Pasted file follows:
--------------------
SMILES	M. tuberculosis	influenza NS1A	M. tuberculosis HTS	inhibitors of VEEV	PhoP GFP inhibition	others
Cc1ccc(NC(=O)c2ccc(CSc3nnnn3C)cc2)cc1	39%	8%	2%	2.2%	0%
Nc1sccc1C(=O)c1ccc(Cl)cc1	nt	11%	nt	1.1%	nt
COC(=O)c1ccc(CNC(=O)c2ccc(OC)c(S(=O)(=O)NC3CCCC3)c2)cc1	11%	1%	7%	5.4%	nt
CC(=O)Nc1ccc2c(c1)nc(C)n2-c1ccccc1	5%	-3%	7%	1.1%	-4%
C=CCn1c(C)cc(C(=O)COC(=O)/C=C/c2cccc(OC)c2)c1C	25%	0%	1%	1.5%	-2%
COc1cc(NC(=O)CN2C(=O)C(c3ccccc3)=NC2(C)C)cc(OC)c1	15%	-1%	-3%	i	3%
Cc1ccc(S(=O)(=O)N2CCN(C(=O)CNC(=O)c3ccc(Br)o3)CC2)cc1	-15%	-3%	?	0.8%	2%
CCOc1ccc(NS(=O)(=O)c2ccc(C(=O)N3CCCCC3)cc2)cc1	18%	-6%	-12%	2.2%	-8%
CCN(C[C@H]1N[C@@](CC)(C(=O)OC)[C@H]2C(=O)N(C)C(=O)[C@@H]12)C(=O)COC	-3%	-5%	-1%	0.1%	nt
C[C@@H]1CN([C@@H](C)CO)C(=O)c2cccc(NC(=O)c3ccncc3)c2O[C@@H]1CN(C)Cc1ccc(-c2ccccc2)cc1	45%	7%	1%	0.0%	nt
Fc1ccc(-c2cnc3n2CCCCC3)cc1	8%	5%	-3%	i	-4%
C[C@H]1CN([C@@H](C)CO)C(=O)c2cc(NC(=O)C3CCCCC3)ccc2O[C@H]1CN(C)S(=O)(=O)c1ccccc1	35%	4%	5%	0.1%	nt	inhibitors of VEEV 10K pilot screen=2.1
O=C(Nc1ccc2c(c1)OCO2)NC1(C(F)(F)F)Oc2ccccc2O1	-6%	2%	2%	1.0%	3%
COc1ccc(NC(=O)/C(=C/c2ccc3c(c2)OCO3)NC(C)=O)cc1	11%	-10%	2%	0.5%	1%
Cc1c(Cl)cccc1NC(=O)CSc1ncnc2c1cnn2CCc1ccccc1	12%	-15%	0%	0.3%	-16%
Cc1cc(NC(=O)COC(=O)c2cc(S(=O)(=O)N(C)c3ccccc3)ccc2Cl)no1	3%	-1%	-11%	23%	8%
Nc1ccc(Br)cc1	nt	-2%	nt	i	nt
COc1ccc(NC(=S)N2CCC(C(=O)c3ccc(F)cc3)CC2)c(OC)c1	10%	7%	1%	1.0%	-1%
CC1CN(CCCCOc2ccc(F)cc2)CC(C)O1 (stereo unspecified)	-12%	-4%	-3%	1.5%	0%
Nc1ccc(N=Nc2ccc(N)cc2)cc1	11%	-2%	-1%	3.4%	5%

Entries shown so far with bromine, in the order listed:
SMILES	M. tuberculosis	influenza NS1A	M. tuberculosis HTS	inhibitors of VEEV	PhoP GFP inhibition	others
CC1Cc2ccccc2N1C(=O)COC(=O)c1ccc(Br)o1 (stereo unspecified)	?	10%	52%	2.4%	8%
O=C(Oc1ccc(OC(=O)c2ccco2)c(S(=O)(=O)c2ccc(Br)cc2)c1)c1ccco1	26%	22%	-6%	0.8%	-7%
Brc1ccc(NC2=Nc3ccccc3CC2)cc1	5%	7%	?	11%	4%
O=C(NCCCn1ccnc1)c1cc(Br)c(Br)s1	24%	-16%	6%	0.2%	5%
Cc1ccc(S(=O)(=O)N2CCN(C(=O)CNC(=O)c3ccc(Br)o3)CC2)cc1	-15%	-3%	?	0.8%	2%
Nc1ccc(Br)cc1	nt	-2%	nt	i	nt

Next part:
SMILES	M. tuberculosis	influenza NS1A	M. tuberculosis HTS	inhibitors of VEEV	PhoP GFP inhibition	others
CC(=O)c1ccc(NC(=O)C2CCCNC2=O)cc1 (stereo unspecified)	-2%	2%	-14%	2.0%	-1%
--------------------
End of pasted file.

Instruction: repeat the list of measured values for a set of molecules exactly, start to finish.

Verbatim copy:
SMILES	M. tuberculosis	influenza NS1A	M. tuberculosis HTS	inhibitors of VEEV	PhoP GFP inhibition	others
Cc1ccc(NC(=O)c2ccc(CSc3nnnn3C)cc2)cc1	39%	8%	2%	2.2%	0%
Nc1sccc1C(=O)c1ccc(Cl)cc1	nt	11%	nt	1.1%	nt
COC(=O)c1ccc(CNC(=O)c2ccc(OC)c(S(=O)(=O)NC3CCCC3)c2)cc1	11%	1%	7%	5.4%	nt
CC(=O)Nc1ccc2c(c1)nc(C)n2-c1ccccc1	5%	-3%	7%	1.1%	-4%
C=CCn1c(C)cc(C(=O)COC(=O)/C=C/c2cccc(OC)c2)c1C	25%	0%	1%	1.5%	-2%
COc1cc(NC(=O)CN2C(=O)C(c3ccccc3)=NC2(C)C)cc(OC)c1	15%	-1%	-3%	i	3%
Cc1ccc(S(=O)(=O)N2CCN(C(=O)CNC(=O)c3ccc(Br)o3)CC2)cc1	-15%	-3%	?	0.8%	2%
CCOc1ccc(NS(=O)(=O)c2ccc(C(=O)N3CCCCC3)cc2)cc1	18%	-6%	-12%	2.2%	-8%
CCN(C[C@H]1N[C@@](CC)(C(=O)OC)[C@H]2C(=O)N(C)C(=O)[C@@H]12)C(=O)COC	-3%	-5%	-1%	0.1%	nt
C[C@@H]1CN([C@@H](C)CO)C(=O)c2cccc(NC(=O)c3ccncc3)c2O[C@@H]1CN(C)Cc1ccc(-c2ccccc2)cc1	45%	7%	1%	0.0%	nt
Fc1ccc(-c2cnc3n2CCCCC3)cc1	8%	5%	-3%	i	-4%
C[C@H]1CN([C@@H](C)CO)C(=O)c2cc(NC(=O)C3CCCCC3)ccc2O[C@H]1CN(C)S(=O)(=O)c1ccccc1	35%	4%	5%	0.1%	nt	inhibitors of VEEV 10K pilot screen=2.1
O=C(Nc1ccc2c(c1)OCO2)NC1(C(F)(F)F)Oc2ccccc2O1	-6%	2%	2%	1.0%	3%
COc1ccc(NC(=O)/C(=C/c2ccc3c(c2)OCO3)NC(C)=O)cc1	11%	-10%	2%	0.5%	1%
Cc1c(Cl)cccc1NC(=O)CSc1ncnc2c1cnn2CCc1ccccc1	12%	-15%	0%	0.3%	-16%
Cc1cc(NC(=O)COC(=O)c2cc(S(=O)(=O)N(C)c3ccccc3)ccc2Cl)no1	3%	-1%	-11%	23%	8%
Nc1ccc(Br)cc1	nt	-2%	nt	i	nt
COc1ccc(NC(=S)N2CCC(C(=O)c3ccc(F)cc3)CC2)c(OC)c1	10%	7%	1%	1.0%	-1%
CC1CN(CCCCOc2ccc(F)cc2)CC(C)O1 (stereo unspecified)	-12%	-4%	-3%	1.5%	0%
Nc1ccc(N=Nc2ccc(N)cc2)cc1	11%	-2%	-1%	3.4%	5%

Entries shown so far with bromine, in the order listed:
SMILES	M. tuberculosis	influenza NS1A	M. tuberculosis HTS	inhibitors of VEEV	PhoP GFP inhibition	others
CC1Cc2ccccc2N1C(=O)COC(=O)c1ccc(Br)o1 (stereo unspecified)	?	10%	52%	2.4%	8%
O=C(Oc1ccc(OC(=O)c2ccco2)c(S(=O)(=O)c2ccc(Br)cc2)c1)c1ccco1	26%	22%	-6%	0.8%	-7%
Brc1ccc(NC2=Nc3ccccc3CC2)cc1	5%	7%	?	11%	4%
O=C(NCCCn1ccnc1)c1cc(Br)c(Br)s1	24%	-16%	6%	0.2%	5%
Cc1ccc(S(=O)(=O)N2CCN(C(=O)CNC(=O)c3ccc(Br)o3)CC2)cc1	-15%	-3%	?	0.8%	2%
Nc1ccc(Br)cc1	nt	-2%	nt	i	nt

Next part:
SMILES	M. tuberculosis	influenza NS1A	M. tuberculosis HTS	inhibitors of VEEV	PhoP GFP inhibition	others
CC(=O)c1ccc(NC(=O)C2CCCNC2=O)cc1 (stereo unspecified)	-2%	2%	-14%	2.0%	-1%